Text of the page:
We live in a world today where the UK is under no real threat and where people whine about firing on an Argie ship or about civilian casualties from their arm chair. When there's an actual war where your in danger, your goal is complete victory.
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(Original post by Rakas21)
Your looking at this through the soft prism of todays's world. When you've fought a war for 4 years (deadlier than anything before it) your not interested in fairness, you've put them on the floor and now you want to put your foot on their neck. The Allies had no regard for Germany at that point, they'd won and presumably did not want to occupy it so they extracted the maximum they could.

We live in a world today where the UK is under no real threat and where people whine about firing on an Argie ship or about civilian casualties from their arm chair. When there's an actual war where your in danger, your goal is complete victory.
I disagree. The Treaty of Versailles was considered to be harsh, even at the time. John Maynard Keynes lamented its development, albeit more from an economic perspective. Wilson and Lloyd-George lamented its development. Clemenceau wanted it to be tougher.

Both sides committed atrocities and I can understand the emotion involved in such a war. But, even if you accept the view that you "have to stamp on their neck...achieve total victory" ie. by imposing a treaty that no-one accept the French really liked, then you would have to consider the reaction against stamping on their neck. The French response to that, was to stamp on their neck some more, to further your analogy. Sure, that's an emotional response to a situation where it wasn't even required. Going past the point of reason because of emotion is pretty much the definition of a vengeful peace.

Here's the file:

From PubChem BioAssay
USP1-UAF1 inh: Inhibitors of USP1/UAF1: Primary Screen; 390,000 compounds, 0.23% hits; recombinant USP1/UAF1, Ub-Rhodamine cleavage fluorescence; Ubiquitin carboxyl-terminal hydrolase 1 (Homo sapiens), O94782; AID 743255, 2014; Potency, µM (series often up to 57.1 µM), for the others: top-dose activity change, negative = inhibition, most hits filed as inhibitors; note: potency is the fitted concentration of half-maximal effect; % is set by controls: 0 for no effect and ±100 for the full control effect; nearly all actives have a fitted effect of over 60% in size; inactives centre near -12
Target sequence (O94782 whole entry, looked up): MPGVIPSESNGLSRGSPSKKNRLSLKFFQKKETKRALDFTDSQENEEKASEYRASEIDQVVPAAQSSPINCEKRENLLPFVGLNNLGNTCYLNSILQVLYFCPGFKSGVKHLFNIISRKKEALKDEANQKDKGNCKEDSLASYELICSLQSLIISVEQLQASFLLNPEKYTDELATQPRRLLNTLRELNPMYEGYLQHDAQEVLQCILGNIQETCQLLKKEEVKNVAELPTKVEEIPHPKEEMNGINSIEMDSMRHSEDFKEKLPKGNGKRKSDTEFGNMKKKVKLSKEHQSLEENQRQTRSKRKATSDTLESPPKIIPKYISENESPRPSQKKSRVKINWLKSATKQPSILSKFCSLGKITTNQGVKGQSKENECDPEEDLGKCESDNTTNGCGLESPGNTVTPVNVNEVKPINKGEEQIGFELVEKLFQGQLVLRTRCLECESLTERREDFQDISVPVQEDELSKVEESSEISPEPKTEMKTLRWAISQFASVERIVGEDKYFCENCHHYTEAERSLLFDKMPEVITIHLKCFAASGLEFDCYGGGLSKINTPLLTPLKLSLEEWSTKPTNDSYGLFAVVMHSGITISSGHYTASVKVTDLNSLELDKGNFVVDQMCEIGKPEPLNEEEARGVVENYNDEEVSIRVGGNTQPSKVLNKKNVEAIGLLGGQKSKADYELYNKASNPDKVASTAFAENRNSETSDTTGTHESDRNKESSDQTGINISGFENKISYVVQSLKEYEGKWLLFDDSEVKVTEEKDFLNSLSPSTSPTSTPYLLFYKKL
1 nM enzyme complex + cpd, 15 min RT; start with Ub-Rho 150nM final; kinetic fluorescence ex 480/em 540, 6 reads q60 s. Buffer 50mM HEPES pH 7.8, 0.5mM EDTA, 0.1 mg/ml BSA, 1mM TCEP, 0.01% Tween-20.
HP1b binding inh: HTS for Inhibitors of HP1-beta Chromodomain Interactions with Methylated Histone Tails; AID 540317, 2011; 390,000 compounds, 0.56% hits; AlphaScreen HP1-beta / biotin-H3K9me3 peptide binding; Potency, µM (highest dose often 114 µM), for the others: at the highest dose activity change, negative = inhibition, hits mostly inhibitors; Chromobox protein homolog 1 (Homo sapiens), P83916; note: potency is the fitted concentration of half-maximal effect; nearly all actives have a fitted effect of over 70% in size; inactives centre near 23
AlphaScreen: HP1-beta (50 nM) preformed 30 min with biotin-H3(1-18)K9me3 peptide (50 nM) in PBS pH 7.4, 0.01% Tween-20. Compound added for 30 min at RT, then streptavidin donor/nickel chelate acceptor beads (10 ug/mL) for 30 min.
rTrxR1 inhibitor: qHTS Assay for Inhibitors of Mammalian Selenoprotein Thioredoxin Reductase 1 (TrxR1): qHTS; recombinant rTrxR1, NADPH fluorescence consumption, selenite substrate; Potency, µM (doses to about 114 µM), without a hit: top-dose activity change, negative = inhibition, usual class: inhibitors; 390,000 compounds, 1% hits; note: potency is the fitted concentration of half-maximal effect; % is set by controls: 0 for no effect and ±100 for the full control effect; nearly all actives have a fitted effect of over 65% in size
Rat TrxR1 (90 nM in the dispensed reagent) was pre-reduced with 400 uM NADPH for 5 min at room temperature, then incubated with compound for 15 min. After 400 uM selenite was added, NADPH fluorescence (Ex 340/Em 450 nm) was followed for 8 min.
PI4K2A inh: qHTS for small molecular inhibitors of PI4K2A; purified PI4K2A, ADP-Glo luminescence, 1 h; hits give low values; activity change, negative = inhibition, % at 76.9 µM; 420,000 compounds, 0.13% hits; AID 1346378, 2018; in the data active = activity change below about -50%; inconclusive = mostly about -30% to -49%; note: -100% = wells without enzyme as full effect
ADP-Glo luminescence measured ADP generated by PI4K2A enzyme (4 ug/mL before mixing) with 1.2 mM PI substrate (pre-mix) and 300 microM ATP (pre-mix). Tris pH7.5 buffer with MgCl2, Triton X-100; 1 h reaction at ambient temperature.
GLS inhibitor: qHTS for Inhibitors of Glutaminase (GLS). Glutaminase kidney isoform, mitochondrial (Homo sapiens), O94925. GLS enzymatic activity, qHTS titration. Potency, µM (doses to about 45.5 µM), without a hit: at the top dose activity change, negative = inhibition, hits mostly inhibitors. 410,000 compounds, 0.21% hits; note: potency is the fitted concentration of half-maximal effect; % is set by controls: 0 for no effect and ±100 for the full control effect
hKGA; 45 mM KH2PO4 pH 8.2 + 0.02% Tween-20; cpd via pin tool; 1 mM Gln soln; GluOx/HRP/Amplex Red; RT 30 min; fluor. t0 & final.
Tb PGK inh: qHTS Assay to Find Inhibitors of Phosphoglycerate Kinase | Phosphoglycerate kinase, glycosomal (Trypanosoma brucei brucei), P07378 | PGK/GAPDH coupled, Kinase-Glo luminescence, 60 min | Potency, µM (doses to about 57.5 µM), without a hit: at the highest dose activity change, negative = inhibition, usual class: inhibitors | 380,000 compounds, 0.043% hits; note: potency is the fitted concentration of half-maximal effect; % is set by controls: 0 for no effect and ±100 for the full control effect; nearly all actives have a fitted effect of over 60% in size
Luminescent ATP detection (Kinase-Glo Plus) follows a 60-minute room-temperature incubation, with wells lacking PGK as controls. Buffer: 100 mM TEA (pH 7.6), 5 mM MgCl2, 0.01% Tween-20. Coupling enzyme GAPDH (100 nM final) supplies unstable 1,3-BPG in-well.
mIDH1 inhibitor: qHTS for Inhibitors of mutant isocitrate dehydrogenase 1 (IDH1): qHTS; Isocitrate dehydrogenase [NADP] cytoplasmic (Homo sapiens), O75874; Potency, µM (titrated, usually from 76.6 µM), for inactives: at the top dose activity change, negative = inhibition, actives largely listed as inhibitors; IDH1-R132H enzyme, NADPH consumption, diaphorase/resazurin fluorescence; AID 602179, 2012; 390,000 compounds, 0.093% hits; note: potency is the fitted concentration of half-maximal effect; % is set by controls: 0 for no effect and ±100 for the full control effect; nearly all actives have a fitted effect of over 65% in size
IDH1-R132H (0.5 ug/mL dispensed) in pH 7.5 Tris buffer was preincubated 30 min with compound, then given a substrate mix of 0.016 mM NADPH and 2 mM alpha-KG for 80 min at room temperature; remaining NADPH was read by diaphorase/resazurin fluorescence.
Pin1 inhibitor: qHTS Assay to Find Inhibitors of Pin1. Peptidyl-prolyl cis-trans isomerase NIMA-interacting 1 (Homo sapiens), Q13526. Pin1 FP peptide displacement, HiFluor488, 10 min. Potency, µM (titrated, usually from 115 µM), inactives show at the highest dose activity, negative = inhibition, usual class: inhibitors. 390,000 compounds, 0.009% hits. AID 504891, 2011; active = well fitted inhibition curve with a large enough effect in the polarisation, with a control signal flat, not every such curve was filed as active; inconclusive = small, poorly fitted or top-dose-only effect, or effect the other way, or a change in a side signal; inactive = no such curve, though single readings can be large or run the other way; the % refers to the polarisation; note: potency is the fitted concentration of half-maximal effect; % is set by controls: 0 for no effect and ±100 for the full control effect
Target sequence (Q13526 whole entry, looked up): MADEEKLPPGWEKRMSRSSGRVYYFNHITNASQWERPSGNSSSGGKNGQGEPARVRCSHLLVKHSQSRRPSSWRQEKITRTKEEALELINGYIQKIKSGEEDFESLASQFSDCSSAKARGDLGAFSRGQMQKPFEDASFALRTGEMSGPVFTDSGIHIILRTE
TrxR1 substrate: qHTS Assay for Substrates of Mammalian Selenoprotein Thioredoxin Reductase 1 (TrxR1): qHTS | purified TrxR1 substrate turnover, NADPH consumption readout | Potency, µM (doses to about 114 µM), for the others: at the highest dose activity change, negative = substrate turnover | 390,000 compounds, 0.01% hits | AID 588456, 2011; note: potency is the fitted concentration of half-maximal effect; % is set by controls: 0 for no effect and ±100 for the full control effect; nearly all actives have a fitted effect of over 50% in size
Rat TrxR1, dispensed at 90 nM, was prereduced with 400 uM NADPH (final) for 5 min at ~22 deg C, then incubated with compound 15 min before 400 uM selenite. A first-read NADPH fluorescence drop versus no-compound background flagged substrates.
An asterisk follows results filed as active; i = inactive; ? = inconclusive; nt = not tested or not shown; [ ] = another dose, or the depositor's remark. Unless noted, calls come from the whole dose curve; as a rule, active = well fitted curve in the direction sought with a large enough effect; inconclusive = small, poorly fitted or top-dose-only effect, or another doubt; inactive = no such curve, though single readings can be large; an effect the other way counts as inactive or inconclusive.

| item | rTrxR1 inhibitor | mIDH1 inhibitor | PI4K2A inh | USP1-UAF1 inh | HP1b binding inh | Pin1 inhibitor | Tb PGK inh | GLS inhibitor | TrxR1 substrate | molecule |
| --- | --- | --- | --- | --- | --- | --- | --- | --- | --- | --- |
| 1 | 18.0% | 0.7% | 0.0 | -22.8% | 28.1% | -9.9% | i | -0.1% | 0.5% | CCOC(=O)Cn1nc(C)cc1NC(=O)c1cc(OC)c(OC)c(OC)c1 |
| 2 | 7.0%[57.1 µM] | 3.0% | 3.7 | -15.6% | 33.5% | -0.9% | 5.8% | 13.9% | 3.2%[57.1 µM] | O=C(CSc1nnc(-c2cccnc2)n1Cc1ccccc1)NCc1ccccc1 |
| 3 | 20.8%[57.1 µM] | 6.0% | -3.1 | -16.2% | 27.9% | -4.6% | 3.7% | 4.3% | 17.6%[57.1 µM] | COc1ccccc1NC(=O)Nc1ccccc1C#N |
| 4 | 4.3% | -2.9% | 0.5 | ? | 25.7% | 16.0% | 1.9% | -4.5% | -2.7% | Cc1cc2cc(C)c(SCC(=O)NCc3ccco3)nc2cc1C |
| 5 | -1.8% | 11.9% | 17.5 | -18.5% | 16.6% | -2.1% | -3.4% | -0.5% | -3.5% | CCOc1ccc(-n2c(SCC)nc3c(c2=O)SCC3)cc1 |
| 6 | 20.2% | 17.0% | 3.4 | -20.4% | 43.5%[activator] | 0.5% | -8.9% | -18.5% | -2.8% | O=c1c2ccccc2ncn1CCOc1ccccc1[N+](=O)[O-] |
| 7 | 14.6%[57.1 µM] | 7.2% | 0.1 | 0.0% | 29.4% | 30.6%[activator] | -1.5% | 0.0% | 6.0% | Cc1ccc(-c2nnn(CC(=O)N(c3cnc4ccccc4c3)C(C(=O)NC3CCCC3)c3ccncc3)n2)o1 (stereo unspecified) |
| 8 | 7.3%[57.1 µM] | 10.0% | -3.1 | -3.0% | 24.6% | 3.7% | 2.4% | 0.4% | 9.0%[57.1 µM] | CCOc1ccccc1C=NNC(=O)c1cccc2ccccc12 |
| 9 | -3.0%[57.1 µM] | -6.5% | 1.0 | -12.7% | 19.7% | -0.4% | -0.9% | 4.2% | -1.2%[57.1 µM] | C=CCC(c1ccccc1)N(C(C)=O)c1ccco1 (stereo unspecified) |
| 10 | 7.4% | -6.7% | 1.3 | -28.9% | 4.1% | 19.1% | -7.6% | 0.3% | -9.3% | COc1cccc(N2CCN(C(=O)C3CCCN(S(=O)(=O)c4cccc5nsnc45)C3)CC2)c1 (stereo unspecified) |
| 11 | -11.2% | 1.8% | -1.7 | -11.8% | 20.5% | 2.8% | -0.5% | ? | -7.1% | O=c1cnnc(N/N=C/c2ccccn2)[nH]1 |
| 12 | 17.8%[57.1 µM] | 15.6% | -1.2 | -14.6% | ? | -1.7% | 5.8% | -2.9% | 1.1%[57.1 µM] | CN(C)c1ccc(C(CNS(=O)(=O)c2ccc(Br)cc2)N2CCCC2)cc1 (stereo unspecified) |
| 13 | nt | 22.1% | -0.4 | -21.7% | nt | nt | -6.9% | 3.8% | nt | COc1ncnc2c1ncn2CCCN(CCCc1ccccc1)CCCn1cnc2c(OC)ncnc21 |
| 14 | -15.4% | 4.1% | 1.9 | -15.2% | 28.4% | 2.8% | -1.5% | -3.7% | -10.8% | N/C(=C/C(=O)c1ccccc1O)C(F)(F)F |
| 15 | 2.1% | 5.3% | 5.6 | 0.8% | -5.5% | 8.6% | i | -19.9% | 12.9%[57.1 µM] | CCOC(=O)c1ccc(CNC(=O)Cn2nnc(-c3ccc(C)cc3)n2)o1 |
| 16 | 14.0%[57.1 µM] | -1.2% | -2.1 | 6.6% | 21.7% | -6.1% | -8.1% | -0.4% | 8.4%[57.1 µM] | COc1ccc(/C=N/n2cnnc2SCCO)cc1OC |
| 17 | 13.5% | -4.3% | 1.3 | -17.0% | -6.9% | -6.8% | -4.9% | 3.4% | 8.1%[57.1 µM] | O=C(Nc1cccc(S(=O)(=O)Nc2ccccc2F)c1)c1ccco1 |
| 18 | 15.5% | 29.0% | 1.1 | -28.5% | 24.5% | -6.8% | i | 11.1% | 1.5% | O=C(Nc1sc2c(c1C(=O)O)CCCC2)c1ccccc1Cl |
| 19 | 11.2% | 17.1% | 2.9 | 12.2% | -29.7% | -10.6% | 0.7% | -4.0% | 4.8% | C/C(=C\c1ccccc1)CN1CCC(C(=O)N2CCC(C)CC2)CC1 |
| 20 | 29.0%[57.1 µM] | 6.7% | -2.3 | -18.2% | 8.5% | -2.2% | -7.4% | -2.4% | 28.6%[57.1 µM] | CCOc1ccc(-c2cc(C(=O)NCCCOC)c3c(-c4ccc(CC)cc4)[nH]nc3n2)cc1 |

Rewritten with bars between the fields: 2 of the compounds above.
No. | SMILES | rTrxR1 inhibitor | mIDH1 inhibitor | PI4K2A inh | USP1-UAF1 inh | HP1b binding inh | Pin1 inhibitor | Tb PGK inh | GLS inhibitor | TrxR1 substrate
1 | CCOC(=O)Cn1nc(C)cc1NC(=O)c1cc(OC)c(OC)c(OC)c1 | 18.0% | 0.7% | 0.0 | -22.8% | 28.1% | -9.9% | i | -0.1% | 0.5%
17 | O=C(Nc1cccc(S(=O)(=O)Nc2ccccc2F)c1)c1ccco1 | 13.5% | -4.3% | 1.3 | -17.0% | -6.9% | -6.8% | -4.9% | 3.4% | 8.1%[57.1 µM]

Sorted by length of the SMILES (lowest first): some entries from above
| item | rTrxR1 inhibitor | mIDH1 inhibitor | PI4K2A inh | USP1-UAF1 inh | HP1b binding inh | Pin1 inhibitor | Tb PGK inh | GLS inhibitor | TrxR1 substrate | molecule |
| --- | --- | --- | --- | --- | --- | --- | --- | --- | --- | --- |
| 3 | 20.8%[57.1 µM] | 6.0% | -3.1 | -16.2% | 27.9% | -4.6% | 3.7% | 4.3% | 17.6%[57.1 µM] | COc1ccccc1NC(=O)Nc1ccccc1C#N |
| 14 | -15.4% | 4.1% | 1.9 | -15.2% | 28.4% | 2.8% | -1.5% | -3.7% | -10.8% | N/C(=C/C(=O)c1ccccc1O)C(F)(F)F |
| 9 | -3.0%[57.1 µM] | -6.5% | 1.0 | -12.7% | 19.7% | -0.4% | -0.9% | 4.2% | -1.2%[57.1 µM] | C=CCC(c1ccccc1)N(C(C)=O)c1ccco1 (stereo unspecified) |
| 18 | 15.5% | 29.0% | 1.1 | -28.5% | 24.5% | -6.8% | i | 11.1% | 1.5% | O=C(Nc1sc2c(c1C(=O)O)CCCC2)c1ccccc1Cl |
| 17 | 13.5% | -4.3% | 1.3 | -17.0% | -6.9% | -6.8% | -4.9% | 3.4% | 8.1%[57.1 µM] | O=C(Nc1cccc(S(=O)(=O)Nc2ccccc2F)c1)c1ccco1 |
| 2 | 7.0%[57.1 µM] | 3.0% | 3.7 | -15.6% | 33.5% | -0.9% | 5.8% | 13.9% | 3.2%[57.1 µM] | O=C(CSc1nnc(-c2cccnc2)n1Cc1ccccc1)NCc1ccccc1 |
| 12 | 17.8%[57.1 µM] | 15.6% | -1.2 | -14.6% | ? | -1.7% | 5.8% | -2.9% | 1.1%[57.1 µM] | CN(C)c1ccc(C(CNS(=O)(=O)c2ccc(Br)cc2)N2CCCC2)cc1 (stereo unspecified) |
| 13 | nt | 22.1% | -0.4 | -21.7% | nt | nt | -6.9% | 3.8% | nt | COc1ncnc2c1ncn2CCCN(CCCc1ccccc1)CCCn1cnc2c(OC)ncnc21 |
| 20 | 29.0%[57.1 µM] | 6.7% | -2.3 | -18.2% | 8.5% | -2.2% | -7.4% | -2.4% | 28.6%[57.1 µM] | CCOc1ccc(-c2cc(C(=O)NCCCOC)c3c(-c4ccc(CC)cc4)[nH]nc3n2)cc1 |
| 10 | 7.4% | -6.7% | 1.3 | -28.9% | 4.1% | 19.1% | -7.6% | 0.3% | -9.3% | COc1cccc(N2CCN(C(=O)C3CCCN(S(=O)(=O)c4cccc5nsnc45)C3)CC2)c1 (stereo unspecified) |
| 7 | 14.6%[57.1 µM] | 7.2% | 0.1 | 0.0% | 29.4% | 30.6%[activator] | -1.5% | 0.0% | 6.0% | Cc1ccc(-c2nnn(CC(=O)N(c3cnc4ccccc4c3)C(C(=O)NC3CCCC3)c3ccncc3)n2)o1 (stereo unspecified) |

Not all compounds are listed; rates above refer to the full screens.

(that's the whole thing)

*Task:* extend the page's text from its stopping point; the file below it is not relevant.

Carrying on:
I can understand the different attachment that the allies each had towards the war effort (ie. from Woodrow Wilson being the most lenient to Germany, due to the US detachment from the war effort to Georges Clemenceau's outright obvious, and 'justified' vengfulness in his view (Britain occupying the middle ground), affecting their judgement.
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pol pot noodles
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(Original post by jammy4041)
The Treaty of Versailles had the worst of both worlds. It was a vengeful peace that completely violated Woodrow Wilson's Fourteen Points, however, it is also a valid view that it was also toothless to prevent a future leader violating its terms, which Hitler would later do.
Why are Wilson's 14 points relevant? I didn't realise Woodrow Wilson was the grand arbitrator of the world, or that the UK and France were ment to bow to late-to-the-war American idealism.

(Original post by jammy4041)
I think that under the terms of the Treaty of Versailles, Germany had suffered enough though. The occupation of the Ruhr, and the Saarland was bad enough, and directly contributed to the hyperinflation of 1923. The loss of its best Coal areas, and forced reparations of coal to France, was another example of the treaty being vengeful.
You would have had Germany a sharp slap on the wrist and ten minutes in the naughty corner?

(Original post by jammy4041)
The Treaty also violated the Brest-Litvosk treaty of 1917, and meant that a hard-fought victory in the Eastern front was for nothing.
Well it didn't, because none of the Allied powers at Versailles were party to the treaty of B-L.

(Original post by jammy4041)
It wasn't a treaty. That would imply Germany would have had a say in the proceedings. It was dictat. Germany was the one nation punished most by the treaty...the German part of the Austro-Hungarian empire remained essentially in tact.
Of course Germany was punished the most; Germany had caused by far the most damage and death. If your friend starts a fight that doesn't give you licence to go on a murder rampage. You'll do more prison time than him, that's for sure.
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(Original post by jammy4041)
The Treaty of Versailles had the worst of both worlds. It was a vengeful peace that completely violated Woodrow Wilson's Fourteen Points, however, it is also a valid view that it was also toothless to prevent a future leader violating its terms, which Hitler would later do.